What Is Medical Grade Silicone
Medical-grade silicones have undergone biocompatibility testing and are suitable for use in medical applications. The Center for Devices and Radiological Health (CDRH) of the Food and Drug Administration (FDA) oversees the regulation of implants in the US. Other than specific dental materials, it does not control any other materials.
A class of goods known as medical-grade silicone has undergone extensive testing in clinical settings and is intended to interact safely with the human body. Medical silicone is difficult to identify and categorize due to its diverse applications. But it must first satisfy strict FDA requirements before being used in a medical setting. Medical silicone may be created for short-term or long-term use since it is reliable and secure. Medical-grade silicone is included in a variety of products, including tubes, dental retainers, implants, respiratory masks, and gel sheets for scar healing.
The Use Of Medical Grade Silicone Rubber
About Medical Grade Silicone Two Things
Many businesses refer to "medical grade silicone." One of two things can be inferred from this:
- Medical-long-term implantable material: This technical phrase refers to a substance that may be used in an implanted device and remain in the body. It is typically too costly for food-grade uses due to its purity.
- Medical-grade silicone, also known as class VI silicone or medical-healthcare grade silicone, is the material we prefer for a variety of items, such as menstruation cups, infant bottle nipples, scuba mouthpieces, water pipes, and food and skin contact devices.
Medical-long term implantable and medical-healthcare grade, Class VI, are both regarded as safe for food contact. Both grades are typically referred to as liquid silicone rubber (LSR), which is used in injection molding to produce precise, uniform products.
3 Types Of Silicone Rubber Available
We are aware of how crucial performance and processability are when creating premium materials for the healthcare industry. The medical grade silicones from the lgdsilicone line have exceptional mechanical qualities that make them perfect for the production of high-end medical components and equipment.
- General-purpose liquid silicone rubber (LSR), biomedical liquid silicone rubber (LSR) used in long-term implant applications, and LSR for improved liquid injection molding
- High consistency rubber (HCR) is used for long-term implant applications as well as general-purpose HCRs for extrusion and molding.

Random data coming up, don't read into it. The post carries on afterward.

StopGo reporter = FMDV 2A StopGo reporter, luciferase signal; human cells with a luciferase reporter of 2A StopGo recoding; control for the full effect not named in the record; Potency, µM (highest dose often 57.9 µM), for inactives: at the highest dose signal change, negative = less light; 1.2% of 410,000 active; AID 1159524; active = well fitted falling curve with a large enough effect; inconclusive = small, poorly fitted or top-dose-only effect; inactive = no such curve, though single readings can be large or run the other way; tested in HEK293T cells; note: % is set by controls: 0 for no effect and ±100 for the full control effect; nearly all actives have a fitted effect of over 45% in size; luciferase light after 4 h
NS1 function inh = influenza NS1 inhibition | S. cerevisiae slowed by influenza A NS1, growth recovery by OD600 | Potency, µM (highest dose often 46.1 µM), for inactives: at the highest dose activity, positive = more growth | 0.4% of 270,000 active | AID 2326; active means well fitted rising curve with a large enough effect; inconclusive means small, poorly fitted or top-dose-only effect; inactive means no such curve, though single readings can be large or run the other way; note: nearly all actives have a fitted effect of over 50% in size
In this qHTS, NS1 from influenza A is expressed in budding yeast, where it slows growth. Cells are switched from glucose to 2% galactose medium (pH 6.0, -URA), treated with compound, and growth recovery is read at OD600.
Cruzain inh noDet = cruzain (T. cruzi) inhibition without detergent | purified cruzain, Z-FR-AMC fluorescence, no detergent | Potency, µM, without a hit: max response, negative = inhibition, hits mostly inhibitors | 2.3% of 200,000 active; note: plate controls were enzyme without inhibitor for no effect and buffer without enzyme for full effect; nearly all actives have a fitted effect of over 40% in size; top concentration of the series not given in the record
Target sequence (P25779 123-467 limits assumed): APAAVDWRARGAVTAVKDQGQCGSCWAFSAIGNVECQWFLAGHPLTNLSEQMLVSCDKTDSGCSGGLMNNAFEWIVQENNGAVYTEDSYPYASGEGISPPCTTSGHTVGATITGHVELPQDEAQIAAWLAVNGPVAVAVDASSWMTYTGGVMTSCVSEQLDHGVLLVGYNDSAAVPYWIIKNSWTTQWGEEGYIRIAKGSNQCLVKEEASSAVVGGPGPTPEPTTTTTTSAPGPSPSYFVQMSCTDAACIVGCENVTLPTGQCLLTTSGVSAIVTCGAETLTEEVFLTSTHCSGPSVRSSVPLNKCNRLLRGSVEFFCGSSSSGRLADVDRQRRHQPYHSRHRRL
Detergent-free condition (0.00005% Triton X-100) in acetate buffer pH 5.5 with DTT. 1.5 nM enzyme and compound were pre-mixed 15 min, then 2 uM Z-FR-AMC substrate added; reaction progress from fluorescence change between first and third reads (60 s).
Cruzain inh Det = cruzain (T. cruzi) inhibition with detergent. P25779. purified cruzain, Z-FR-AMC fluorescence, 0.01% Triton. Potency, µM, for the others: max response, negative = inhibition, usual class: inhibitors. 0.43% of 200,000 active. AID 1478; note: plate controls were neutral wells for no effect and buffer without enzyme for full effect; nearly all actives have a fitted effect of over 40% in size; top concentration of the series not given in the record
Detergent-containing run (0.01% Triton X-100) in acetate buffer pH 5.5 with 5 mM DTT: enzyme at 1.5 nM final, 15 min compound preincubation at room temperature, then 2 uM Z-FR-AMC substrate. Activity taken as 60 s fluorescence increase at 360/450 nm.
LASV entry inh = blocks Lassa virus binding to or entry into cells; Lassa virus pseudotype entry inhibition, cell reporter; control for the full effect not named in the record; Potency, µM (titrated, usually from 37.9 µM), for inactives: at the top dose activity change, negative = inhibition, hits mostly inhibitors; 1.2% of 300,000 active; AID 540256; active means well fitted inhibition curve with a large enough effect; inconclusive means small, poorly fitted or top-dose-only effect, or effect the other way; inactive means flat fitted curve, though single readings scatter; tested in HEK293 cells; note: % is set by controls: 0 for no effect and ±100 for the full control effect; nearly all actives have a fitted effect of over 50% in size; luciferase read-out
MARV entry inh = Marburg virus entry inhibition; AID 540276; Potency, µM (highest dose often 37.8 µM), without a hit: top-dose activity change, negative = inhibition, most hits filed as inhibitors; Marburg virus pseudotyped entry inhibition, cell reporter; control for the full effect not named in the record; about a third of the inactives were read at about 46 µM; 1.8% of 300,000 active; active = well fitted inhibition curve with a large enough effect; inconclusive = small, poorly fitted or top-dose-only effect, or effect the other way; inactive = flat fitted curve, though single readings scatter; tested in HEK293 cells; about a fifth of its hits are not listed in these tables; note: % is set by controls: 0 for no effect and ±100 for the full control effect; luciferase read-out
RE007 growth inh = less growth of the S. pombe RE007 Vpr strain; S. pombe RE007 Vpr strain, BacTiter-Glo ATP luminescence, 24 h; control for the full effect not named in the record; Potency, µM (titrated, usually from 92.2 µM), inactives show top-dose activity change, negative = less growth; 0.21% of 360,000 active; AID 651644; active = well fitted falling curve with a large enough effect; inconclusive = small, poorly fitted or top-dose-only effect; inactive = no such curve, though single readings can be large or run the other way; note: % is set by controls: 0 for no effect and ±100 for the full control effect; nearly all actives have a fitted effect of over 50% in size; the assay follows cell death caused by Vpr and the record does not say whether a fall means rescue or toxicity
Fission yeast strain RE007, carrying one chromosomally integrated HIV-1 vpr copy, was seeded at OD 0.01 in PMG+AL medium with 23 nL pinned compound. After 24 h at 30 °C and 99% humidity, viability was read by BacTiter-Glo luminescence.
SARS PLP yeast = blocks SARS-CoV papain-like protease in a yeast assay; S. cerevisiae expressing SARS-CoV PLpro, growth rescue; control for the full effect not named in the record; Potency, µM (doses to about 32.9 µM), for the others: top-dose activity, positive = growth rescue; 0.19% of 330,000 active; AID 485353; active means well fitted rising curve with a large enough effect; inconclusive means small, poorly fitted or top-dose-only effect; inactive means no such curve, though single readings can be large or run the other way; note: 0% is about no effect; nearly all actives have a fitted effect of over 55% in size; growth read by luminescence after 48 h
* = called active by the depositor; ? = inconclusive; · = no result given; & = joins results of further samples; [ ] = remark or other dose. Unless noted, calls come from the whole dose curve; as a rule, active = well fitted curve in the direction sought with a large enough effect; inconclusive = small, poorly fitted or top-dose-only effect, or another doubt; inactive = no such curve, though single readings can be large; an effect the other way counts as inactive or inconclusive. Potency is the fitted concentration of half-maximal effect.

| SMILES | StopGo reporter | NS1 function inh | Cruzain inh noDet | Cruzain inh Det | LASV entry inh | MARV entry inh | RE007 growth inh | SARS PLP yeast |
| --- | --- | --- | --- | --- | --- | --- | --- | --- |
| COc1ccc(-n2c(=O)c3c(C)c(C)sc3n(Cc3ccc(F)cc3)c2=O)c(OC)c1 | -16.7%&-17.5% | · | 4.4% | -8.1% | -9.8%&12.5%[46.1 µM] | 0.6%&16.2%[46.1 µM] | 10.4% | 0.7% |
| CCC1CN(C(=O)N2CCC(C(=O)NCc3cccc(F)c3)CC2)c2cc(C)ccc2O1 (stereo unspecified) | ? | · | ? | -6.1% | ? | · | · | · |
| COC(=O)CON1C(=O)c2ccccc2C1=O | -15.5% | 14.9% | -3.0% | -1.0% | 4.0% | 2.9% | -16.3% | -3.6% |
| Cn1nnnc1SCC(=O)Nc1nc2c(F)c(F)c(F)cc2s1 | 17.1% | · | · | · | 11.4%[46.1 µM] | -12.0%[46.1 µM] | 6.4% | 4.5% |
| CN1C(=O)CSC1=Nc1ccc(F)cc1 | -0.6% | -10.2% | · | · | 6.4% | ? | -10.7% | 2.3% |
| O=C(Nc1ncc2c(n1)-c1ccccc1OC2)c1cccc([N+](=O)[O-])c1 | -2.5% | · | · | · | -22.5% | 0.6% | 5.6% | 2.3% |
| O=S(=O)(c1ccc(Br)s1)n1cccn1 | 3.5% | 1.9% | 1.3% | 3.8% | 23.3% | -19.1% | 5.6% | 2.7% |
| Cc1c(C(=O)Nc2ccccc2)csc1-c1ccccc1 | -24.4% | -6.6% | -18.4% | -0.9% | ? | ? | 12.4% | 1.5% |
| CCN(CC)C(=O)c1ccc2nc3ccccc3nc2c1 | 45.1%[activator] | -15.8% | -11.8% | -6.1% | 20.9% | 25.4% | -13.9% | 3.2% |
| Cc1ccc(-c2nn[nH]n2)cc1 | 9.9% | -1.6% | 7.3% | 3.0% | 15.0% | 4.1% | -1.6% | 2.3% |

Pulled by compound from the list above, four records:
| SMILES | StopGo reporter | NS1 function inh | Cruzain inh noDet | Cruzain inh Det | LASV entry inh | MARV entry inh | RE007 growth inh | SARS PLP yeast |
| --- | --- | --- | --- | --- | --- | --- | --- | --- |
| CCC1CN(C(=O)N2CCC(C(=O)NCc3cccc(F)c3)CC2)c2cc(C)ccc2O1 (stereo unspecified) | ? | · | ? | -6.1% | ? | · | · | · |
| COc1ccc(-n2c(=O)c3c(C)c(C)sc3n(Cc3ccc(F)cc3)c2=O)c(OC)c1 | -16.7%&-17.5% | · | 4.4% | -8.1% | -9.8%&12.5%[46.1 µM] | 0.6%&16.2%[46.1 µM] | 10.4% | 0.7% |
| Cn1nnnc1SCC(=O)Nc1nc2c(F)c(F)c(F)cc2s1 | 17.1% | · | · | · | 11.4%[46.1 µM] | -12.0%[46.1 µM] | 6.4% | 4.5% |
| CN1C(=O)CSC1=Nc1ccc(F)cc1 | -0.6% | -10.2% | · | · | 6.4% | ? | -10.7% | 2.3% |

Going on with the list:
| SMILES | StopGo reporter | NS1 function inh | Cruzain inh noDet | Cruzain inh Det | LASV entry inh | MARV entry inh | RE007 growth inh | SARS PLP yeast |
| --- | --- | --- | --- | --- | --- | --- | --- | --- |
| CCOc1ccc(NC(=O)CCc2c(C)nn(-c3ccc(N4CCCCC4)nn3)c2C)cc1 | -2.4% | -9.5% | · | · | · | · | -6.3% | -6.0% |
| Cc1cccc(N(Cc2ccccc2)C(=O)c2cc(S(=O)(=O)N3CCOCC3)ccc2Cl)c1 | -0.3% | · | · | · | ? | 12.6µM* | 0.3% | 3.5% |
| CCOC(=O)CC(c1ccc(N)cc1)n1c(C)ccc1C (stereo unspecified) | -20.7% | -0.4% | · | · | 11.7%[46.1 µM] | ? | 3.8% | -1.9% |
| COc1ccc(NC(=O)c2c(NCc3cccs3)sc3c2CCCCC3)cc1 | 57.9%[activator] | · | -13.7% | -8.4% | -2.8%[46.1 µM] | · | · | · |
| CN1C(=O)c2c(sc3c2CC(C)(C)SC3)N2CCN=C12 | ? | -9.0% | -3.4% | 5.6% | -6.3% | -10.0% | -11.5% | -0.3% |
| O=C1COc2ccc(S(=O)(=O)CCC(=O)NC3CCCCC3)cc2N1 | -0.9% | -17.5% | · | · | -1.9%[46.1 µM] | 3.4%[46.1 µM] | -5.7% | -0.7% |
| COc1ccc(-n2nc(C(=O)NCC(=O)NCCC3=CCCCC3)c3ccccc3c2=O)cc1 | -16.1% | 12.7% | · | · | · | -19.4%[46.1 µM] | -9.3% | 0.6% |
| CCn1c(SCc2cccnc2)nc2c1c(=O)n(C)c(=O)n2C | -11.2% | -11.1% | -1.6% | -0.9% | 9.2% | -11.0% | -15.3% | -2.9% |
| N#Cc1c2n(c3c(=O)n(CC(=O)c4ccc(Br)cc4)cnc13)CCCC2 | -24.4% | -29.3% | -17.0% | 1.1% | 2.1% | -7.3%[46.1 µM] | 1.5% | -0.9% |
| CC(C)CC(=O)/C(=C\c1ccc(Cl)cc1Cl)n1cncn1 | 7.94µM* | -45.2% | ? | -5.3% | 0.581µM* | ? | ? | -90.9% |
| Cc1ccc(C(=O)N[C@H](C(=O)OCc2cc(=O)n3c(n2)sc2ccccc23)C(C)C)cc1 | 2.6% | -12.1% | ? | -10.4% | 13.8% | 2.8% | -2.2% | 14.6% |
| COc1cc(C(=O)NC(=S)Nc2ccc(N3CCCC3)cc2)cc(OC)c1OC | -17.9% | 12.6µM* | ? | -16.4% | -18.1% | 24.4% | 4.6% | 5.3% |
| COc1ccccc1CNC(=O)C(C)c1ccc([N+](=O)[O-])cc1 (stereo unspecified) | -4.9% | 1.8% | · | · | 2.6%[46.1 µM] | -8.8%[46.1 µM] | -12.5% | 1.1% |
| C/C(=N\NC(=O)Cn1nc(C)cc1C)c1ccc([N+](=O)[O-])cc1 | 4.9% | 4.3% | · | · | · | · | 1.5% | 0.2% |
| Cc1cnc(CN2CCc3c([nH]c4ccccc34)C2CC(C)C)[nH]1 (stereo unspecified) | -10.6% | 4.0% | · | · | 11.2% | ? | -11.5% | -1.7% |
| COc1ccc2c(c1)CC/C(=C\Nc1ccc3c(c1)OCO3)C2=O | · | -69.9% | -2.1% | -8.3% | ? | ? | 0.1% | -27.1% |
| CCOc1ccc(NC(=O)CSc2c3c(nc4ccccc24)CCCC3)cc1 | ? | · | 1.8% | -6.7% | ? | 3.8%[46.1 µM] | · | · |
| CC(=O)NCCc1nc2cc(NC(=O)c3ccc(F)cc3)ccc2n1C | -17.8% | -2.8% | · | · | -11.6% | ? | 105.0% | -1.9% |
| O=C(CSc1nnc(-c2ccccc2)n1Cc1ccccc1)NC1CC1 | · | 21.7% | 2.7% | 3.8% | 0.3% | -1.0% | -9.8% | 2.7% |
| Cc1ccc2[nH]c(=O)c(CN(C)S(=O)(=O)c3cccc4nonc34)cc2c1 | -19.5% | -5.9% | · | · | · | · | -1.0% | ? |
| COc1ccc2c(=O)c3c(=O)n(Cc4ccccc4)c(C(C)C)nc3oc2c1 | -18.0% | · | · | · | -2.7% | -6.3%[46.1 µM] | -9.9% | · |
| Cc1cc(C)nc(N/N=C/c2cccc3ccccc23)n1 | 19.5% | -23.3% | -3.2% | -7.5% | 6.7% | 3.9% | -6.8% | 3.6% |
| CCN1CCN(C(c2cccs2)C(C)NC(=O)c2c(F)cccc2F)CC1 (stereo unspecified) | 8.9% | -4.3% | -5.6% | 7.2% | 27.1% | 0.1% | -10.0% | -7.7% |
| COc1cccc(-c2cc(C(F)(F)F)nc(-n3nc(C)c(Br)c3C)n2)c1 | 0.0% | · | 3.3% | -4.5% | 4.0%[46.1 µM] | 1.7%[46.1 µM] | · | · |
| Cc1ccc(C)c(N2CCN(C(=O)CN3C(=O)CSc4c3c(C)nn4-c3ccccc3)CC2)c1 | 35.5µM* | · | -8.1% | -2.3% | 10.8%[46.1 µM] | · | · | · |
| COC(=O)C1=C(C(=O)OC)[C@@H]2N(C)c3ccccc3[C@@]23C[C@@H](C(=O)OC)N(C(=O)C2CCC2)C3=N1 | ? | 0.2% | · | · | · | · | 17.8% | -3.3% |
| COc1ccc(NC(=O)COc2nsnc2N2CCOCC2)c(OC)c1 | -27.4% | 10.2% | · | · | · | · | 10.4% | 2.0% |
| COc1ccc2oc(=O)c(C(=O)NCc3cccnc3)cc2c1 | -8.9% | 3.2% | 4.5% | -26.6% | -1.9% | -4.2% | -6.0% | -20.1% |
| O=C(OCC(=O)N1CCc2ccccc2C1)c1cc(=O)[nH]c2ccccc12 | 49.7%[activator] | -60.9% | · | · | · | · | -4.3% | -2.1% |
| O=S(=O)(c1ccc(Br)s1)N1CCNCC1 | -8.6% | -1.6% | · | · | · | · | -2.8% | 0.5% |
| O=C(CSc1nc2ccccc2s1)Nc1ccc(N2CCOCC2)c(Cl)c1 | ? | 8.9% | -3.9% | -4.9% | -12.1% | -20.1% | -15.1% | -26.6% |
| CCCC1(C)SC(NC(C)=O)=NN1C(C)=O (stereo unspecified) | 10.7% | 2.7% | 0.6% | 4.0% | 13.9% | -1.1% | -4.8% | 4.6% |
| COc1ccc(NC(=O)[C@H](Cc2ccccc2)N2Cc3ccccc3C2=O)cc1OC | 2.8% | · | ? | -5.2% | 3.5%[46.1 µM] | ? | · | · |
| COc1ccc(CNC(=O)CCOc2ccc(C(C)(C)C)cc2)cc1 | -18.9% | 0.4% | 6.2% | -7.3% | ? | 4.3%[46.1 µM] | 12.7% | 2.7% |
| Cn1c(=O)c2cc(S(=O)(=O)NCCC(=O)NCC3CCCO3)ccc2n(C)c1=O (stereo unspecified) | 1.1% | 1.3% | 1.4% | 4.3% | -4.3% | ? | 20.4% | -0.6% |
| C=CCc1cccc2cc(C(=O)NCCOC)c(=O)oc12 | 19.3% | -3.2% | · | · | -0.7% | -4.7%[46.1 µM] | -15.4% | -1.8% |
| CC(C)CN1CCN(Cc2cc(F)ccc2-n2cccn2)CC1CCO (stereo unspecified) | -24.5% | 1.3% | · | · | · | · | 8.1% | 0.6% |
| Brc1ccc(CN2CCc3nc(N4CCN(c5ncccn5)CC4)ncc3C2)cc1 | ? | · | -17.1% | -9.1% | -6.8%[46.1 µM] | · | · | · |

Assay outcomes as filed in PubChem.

- Room Temperature Vulcanizing (RTV) biocompatible, low viscosity silicones curing at room temperature into soft and durable elastomers
Benefit Of Medical Grade Silicone
- Medical grade silicone FDA biocompatibility
- Medical grade silicone is safe/sterile alternative to latex
- Medical-grade silicone Gas permeability
- Medical grade silicone High elongation
- Medical grade silicone Ability to function in extreme temperatures
- Silicone of a medical grade Low compression set at a variety of temperatures
What's the difference between medical grade silicone and regular silicone?
The curing procedure employed is the primary distinction between silicone that isn't medical grade and silicone that is. The peroxide cure system, also known as a free radical cure system or a high temperature vulcanizing (HTV) system, is used by traditional silicone.
Is medical grade silicone safe for skin?
Most people can safely use silicone. According to the Cosmetic Ingredient Review Expert Panel, silicone is safe to use in skin care products including moisturizers and patches.
What is the difference between food grade and medical grade silicone?
Food grade silicone is safe to use for food storage and cooking, as its names would imply. A step above from that is medical grade, which can be utilized in applications that come in contact with human tissue or touch human skin.
Can medical grade silicone grow bacteria?
Despite being biocompatible and biostable, silicone is susceptible to bacterial colonization.
Can medical grade silicone melt?
One of silicon's key characteristics is its ability to operate in situations with temperatures ranging from -60°C (-76°F) to 230°C (446°F). While most polymers start to melt at high temperatures, silicon has no melting point and only becomes solid when it burns.
What is medical grade silicone for scars?
Products for silicone scar therapy are made from medical-grade silicones. These silicones have passed certain tests to determine their biocompatibility (ability to be used in the body safely) and have been approved for use in medical applications.